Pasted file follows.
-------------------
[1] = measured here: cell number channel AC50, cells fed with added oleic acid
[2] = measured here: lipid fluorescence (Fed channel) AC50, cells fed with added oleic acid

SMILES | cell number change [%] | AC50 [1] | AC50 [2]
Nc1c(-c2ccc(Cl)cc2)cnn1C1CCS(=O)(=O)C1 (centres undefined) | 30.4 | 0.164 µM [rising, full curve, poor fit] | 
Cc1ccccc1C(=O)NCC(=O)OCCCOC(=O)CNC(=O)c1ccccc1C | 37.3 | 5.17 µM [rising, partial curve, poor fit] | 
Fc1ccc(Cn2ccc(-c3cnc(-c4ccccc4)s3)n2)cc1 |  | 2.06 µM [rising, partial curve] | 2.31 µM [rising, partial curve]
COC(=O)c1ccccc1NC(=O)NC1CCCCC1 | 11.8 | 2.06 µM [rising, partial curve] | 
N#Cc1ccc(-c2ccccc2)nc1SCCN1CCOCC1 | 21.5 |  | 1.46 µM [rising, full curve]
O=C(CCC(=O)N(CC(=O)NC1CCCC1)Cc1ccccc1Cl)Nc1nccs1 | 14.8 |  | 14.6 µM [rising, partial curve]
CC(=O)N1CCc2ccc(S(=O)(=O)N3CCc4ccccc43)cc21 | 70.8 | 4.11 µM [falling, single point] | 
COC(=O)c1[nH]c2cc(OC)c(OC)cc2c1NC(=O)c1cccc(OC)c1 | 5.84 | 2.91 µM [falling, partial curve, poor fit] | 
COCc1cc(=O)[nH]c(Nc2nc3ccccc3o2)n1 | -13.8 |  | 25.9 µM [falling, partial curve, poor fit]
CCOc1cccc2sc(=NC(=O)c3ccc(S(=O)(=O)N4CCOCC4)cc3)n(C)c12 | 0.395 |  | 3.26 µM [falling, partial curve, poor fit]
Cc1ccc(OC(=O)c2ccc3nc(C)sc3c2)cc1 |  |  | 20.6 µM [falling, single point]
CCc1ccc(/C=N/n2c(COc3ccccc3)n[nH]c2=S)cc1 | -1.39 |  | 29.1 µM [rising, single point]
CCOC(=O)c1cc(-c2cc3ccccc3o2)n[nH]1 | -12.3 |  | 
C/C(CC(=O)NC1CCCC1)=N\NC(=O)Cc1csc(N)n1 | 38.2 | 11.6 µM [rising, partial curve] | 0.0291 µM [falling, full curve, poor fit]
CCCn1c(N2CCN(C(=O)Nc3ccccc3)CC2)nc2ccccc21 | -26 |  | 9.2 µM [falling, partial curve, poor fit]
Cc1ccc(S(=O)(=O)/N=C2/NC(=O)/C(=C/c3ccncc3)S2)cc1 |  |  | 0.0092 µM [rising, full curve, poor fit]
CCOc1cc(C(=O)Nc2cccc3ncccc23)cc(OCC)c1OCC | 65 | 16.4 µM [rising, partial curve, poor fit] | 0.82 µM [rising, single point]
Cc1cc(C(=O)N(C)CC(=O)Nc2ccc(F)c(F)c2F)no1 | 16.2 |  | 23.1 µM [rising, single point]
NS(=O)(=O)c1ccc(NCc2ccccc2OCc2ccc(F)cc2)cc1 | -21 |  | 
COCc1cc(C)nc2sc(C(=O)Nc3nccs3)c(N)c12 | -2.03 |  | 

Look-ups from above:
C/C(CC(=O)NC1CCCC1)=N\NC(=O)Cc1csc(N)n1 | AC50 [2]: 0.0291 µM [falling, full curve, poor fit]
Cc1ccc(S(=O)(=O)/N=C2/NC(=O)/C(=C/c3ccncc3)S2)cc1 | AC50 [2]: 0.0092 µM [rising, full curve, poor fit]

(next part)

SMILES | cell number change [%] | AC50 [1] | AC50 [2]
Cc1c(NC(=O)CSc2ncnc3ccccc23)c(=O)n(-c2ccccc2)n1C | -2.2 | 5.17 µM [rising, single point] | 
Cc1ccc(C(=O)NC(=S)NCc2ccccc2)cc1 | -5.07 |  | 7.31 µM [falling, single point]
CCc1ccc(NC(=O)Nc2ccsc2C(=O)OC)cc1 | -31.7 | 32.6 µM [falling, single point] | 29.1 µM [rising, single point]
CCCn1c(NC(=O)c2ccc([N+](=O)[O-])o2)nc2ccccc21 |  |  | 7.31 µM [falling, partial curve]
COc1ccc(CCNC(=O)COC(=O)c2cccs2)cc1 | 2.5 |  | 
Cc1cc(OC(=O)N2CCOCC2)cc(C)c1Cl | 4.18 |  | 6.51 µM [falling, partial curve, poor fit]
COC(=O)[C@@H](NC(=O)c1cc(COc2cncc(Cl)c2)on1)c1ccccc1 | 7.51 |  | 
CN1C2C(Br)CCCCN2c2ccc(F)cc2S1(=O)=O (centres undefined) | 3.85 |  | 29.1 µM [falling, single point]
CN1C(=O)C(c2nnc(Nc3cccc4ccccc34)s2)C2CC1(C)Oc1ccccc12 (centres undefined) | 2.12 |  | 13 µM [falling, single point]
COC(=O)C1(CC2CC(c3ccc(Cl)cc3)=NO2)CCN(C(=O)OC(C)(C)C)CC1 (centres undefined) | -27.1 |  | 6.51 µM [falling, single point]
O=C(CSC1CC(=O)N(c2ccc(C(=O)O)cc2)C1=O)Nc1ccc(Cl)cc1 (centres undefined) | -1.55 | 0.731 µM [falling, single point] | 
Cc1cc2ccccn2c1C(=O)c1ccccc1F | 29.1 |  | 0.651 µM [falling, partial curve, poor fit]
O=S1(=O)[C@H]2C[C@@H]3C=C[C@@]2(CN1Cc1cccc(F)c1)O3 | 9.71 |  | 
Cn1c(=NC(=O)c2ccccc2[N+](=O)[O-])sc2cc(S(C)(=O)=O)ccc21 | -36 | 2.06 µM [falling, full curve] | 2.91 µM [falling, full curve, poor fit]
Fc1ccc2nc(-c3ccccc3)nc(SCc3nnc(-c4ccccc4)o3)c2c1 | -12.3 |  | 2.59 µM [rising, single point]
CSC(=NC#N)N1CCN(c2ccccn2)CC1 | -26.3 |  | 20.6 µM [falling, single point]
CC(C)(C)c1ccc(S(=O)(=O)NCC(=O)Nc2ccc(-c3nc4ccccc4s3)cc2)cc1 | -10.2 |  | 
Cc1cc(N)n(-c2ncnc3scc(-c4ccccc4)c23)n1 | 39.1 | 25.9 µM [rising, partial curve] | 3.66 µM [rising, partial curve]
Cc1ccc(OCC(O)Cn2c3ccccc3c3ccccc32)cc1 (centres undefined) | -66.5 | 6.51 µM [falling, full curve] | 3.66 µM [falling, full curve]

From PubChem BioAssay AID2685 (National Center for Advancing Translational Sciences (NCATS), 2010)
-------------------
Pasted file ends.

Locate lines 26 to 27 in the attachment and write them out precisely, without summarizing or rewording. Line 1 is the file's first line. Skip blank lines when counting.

Cc1ccc(S(=O)(=O)/N=C2/NC(=O)/C(=C/c3ccncc3)S2)cc1 | AC50 [2]: 0.0092 µM [rising, full curve, poor fit]

(next part)